Stem Cell Treatment for Pulmonary Fibrosis and COPD are now available at SIRM
Pulmonary fibrosis is the formation or development of excess fibrous connective tissue (fibrosis) in the lungs. It is also described as "scarring of the lung."
Pulmonary fibrosis is suggested by a history of progressive shortness of breath (dyspnea) with exertion. Sometimes fine inspiratory crackles can be heard at the lung bases on auscultation. A chest x-ray may or may not be abnormal, but high Resolution CT will frequently demonstrate abnormalities.
Symptoms of pulmonary fibrosis are mainly:
- Shortness of breath, particularly with exertion
- Chronic dry, hacking coughing
- Fatigue and weakness
- Chest discomfort
- Loss of appetite and rapid weight loss
Pulmonary fibrosis may be a secondary effect of other diseases. Most of these are classified as interstitial lung diseases. Examples include autoimmune disorders, viral infections or other microscopic injuries to the lung. However, pulmonary fibrosis can also appear without any known cause. In this case, it is termed "idiopathic". Most idiopathic cases are diagnosed as idiopathic pulmonary fibrosis. This is a diagnosis of exclusion of a characteristic set of histologic/pathologic features known as usual interstitial pneumonia (UIP). In either case, there is a growing body of evidence which points to a genetic predisposition in a subset of patients. For example, a mutation in Surfactant protein C (SP-C) has been found to exist in some families with a history of pulmonary fibrosis.
Diseases and conditions that may cause pulmonary fibrosis as a secondary effect include:
- Inhalation of environmental and occupational pollutants, such as in asbestosis, silicosis and exposure to certain gases. Coal miners, ship workers and sand blasters among others are at higher risk. Hypersensitivity pneumonitis, most often resulting from inhaling dust contaminated with bacterial, fungal, or animal products.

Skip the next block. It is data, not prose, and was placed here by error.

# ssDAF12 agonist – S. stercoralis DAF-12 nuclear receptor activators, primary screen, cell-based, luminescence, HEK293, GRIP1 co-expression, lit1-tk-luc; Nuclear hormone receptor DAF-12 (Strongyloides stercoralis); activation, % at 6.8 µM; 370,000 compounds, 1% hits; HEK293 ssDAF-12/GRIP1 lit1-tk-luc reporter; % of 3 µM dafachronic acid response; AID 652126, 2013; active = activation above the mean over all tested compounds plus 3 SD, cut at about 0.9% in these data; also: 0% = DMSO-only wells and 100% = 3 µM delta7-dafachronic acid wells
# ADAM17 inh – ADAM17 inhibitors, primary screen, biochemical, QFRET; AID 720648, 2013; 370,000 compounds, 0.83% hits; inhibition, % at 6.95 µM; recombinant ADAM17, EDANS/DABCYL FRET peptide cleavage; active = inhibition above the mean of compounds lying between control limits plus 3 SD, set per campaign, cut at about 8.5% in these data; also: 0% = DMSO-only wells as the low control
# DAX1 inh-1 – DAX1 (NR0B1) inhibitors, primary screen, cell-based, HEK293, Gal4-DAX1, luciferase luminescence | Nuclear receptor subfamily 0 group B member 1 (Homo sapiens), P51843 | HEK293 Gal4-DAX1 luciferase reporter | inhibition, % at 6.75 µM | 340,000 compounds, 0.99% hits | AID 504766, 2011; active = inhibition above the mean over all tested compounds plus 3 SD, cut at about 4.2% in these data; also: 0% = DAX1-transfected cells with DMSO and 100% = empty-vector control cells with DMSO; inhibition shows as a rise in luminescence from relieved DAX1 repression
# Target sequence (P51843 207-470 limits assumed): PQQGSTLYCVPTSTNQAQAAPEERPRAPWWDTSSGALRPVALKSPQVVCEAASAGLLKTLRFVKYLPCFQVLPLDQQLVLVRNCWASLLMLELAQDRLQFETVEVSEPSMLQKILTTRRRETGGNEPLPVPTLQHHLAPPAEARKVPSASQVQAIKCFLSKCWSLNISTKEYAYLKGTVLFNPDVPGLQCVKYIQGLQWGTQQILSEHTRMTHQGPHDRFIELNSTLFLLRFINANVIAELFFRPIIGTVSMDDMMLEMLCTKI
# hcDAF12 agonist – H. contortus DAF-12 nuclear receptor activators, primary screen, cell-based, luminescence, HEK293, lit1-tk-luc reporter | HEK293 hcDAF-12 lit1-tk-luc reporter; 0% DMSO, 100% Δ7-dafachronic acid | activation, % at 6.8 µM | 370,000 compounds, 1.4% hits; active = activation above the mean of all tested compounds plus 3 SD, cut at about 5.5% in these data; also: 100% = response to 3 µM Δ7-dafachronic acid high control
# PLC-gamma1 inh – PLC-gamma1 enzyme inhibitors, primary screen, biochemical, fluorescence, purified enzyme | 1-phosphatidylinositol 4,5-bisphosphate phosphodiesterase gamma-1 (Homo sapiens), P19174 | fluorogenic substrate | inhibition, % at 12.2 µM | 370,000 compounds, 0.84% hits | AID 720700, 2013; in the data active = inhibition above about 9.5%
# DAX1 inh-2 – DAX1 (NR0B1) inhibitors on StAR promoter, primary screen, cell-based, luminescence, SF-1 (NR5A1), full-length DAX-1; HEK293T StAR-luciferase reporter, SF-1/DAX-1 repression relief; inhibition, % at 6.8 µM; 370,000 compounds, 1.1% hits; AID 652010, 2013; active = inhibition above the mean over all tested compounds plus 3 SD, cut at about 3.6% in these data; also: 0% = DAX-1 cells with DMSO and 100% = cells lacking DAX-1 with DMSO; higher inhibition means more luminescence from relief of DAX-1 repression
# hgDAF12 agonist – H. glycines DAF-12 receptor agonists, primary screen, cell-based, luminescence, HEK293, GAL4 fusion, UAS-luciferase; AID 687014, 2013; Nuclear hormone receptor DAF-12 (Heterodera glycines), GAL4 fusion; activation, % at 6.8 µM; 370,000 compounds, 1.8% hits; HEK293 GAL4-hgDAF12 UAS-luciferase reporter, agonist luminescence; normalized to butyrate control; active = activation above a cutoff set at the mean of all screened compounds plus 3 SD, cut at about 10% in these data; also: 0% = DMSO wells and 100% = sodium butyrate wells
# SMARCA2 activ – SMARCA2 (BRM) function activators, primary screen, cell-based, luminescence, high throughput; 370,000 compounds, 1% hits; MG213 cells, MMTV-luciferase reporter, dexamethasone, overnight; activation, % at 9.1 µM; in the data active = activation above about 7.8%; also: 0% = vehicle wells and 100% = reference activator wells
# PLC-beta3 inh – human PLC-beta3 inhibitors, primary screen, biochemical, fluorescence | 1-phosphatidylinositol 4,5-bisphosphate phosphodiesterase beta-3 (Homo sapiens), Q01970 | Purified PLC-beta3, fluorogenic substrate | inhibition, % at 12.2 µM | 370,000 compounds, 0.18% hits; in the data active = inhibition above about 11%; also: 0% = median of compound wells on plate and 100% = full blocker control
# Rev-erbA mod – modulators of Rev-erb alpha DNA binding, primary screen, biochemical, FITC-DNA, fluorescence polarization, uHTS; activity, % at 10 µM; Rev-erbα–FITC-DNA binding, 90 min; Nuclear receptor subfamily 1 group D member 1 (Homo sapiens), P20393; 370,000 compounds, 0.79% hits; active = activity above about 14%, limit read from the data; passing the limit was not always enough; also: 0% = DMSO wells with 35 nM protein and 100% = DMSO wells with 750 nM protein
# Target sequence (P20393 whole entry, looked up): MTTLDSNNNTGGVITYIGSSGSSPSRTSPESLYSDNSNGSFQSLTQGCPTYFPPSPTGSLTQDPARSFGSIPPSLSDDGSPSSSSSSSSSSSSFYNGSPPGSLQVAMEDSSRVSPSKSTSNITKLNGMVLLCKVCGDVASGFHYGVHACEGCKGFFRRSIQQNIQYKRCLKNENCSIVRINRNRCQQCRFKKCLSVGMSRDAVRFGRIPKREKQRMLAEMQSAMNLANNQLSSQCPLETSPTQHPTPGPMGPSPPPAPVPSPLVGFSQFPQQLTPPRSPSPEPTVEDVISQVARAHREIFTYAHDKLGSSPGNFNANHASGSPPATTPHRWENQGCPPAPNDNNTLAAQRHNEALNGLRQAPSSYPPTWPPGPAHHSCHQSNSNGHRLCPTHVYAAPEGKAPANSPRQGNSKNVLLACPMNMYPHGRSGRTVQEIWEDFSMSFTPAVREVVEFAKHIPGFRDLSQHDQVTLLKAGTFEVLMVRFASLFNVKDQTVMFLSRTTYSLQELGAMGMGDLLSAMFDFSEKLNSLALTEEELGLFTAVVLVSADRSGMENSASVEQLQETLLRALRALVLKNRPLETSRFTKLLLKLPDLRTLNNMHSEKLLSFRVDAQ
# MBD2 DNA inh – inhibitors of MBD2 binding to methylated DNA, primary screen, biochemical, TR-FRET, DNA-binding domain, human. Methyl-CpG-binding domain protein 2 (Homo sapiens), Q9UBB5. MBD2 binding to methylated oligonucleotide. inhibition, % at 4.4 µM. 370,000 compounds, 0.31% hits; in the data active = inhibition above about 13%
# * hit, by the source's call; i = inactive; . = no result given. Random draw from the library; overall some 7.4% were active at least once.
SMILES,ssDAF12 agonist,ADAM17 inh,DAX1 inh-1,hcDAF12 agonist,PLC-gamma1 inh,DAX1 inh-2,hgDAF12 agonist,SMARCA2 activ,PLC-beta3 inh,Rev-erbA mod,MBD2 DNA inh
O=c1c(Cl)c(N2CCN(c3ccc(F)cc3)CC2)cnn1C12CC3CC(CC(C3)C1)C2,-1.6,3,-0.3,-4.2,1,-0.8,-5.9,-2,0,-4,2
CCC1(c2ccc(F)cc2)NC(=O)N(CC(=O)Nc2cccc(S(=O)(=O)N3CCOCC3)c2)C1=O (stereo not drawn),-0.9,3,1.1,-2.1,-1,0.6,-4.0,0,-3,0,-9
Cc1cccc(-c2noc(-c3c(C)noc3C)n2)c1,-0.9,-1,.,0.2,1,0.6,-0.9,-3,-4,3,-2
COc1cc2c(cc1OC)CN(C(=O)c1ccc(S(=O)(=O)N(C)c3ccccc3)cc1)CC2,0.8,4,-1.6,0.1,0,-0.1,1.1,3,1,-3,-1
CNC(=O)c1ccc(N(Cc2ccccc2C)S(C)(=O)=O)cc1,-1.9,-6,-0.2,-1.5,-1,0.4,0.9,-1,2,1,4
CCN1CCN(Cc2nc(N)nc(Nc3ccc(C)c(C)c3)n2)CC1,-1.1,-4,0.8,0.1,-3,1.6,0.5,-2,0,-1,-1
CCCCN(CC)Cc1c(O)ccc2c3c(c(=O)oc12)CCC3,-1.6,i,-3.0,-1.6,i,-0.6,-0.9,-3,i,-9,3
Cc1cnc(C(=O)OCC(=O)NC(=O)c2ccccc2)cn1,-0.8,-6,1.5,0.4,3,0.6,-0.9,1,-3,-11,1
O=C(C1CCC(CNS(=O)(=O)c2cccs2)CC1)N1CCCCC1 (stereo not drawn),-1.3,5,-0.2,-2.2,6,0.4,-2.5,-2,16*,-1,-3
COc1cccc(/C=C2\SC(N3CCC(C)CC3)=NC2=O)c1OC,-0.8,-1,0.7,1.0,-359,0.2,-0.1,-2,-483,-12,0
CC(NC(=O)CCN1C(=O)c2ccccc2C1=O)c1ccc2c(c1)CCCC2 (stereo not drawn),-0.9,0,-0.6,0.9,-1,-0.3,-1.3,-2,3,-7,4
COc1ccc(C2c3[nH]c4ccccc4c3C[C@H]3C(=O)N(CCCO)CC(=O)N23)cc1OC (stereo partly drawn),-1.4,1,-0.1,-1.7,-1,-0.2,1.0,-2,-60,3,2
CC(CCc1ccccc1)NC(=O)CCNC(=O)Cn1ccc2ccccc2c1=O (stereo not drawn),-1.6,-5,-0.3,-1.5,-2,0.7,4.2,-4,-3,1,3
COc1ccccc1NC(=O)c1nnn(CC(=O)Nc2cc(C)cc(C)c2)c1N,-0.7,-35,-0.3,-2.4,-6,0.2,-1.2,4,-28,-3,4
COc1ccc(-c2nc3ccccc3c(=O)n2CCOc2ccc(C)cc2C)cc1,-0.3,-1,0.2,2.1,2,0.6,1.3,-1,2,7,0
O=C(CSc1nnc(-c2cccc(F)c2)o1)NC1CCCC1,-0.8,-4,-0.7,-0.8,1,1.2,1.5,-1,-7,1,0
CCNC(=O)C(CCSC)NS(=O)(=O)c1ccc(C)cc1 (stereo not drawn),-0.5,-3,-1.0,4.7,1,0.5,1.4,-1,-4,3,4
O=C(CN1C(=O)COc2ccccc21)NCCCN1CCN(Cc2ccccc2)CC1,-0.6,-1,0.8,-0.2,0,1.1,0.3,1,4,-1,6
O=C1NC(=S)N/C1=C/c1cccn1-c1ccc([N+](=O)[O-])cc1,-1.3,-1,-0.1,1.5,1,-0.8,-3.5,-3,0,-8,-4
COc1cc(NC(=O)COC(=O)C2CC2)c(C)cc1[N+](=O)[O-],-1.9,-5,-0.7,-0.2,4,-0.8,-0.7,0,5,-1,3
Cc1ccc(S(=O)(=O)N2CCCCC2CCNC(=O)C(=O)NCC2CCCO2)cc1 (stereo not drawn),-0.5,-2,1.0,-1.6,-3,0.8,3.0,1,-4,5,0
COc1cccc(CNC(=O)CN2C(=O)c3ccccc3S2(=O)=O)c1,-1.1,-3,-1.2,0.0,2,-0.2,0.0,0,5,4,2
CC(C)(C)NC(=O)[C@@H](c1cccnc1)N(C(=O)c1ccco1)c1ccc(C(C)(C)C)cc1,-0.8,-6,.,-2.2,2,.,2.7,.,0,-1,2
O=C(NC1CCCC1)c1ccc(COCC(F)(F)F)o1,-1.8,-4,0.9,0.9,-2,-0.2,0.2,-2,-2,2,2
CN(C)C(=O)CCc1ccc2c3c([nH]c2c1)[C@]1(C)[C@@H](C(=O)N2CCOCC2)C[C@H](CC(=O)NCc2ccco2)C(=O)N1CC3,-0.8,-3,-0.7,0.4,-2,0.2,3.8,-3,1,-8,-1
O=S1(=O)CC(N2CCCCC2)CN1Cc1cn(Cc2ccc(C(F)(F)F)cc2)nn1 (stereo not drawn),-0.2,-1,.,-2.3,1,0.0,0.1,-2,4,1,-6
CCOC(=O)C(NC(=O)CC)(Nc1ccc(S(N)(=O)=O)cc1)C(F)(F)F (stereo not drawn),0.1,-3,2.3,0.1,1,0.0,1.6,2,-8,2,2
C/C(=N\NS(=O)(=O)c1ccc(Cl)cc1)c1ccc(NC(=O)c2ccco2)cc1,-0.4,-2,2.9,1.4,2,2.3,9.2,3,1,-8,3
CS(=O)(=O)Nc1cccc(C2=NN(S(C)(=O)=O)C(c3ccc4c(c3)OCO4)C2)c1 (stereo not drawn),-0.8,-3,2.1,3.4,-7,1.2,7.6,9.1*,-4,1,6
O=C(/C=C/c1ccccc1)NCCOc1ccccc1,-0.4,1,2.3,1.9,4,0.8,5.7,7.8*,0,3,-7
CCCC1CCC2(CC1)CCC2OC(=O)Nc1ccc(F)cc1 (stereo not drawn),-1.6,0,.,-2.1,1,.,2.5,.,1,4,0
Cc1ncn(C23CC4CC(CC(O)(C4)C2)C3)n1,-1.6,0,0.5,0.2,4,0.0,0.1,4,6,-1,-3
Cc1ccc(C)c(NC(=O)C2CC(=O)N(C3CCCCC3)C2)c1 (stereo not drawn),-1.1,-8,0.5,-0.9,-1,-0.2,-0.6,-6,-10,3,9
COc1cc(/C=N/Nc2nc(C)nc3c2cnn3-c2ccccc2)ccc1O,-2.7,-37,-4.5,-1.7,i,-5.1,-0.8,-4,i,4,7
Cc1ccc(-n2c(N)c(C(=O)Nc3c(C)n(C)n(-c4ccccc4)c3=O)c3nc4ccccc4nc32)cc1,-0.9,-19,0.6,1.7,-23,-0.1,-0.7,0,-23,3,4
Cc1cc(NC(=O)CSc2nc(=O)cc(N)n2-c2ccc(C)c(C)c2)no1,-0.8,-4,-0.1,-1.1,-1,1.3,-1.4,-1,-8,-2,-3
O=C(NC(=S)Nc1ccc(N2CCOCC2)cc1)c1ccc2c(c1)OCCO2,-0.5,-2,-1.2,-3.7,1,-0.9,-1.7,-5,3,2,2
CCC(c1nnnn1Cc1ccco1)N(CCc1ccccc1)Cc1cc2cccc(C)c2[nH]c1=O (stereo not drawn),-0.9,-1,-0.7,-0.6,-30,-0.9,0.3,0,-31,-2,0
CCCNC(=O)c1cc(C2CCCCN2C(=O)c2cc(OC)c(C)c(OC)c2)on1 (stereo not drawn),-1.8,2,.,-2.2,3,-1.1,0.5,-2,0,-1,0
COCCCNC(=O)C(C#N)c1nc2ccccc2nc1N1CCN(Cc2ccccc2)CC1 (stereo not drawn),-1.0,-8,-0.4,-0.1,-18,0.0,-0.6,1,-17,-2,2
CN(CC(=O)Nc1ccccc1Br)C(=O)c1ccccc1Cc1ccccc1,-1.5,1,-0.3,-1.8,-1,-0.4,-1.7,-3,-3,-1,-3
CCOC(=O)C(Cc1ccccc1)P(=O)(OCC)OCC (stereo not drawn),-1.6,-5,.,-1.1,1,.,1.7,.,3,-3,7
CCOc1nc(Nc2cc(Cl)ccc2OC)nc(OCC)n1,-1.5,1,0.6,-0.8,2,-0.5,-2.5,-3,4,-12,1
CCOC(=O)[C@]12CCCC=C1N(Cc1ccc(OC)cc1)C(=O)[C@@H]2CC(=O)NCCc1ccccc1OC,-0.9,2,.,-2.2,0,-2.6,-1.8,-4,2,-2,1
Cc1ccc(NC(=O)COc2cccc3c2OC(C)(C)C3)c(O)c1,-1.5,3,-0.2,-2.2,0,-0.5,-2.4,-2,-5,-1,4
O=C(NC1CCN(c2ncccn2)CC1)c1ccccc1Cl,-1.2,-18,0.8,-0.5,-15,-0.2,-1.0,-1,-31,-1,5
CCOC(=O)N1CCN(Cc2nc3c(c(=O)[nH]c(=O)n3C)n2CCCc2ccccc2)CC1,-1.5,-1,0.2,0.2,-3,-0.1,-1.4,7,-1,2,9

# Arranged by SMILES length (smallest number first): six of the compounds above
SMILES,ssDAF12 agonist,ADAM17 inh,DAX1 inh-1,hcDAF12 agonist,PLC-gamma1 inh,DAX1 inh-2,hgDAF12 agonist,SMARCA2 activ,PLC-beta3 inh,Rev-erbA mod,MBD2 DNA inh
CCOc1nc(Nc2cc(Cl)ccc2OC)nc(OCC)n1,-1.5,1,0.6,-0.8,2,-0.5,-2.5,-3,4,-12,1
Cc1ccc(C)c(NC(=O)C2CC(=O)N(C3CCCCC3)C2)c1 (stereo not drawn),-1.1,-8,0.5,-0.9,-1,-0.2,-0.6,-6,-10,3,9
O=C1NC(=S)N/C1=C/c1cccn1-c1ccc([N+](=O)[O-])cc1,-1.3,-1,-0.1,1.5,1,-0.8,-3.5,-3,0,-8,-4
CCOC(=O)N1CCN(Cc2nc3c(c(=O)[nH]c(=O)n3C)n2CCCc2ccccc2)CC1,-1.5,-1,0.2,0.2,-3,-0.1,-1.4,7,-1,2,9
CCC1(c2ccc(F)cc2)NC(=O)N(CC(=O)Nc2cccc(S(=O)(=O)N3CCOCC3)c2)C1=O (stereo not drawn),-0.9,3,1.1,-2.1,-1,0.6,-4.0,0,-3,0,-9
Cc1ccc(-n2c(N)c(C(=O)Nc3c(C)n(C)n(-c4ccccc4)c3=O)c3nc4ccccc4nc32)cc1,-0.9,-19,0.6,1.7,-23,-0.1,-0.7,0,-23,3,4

- Cigarette smoking can increase the risk or make the illness worse.
- Some typical connective tissue diseases such as rheumatoid arthritis and Scleroderma. Other diseases that involve connective tissue, such as sarcoidosis and Wegener's granulomatosis.
- Certain medications, e.g. amiodarone, bleomycin, busulfan, methotrexate, and nitrofurantoin
- Radiation therapy to the chest.
Stem Cell Treatments for Pulmonary Fibrosis and COPD. Pulmonary Fibrosis and COPD and Stem Cell studies and protocols from the NIH:
Value of Screening Spirometry for Early Diagnosis of Bronchiolitis Obliterans Syndrome in Children After Allogeneic Hematopoietic Stem Cell Transplantation.
Related Articles Value of Screening Spirometry for Early Diagnosis of Bronchiolitis Obliterans Syndrome in Children After Allogeneic Hematopoietic Stem Cell Transplantation. J Pediatr Hematol Oncol. 2015 Nov;37(8):e462-7 Authors: Yoon JS, Chun YH, Lee JW, Chung NG, Cho B Abstract Bronchiolitis obliterans syndrome (BOS) is a chronic graft-versus-host disease that occurs in the lungs after hematopoietic stem cell transplantation (HSCT). Serial screening pulmonary function test (PFT) is recommended after transplantation for early diagnosis of BOS. However, little is known about the value or the optimum methods of serial PFT in this context. One hundred and 10 consecutive patients of 6 to 17 years of age at the time of transplantation who underwent allogeneic HSCT were recruited for this study. Screening PFTs were performed 1 week before transplantation and 3, 6, 9, and 12 months after transplantation. When findings of obstructive lung disease were found on PFT, chest high-resolution computed tomography was performed. Of the 110 patients, 5 (4.5%) developed BOS. Of the 5 patients who developed BOS, 2 patients were diagnosed early by screening PFT. However, screening PFT did not allow for early diagnosis of BOS in the other 3 patients because BOS developed after 12 months of transplantation, which is beyond the PFT screening period. In conclusion, trimonthly PFTs performed through 12 months after transplantation in patients who underwent allogeneic HSCT helped in the early diagnosis of BOS; however, there are some limitations to this screening protocol. Future studies will aid in the development of a new screening protocol that can subsequently be evaluated. PMID: 26334431 [PubMed - indexed for MEDLINE]Read more...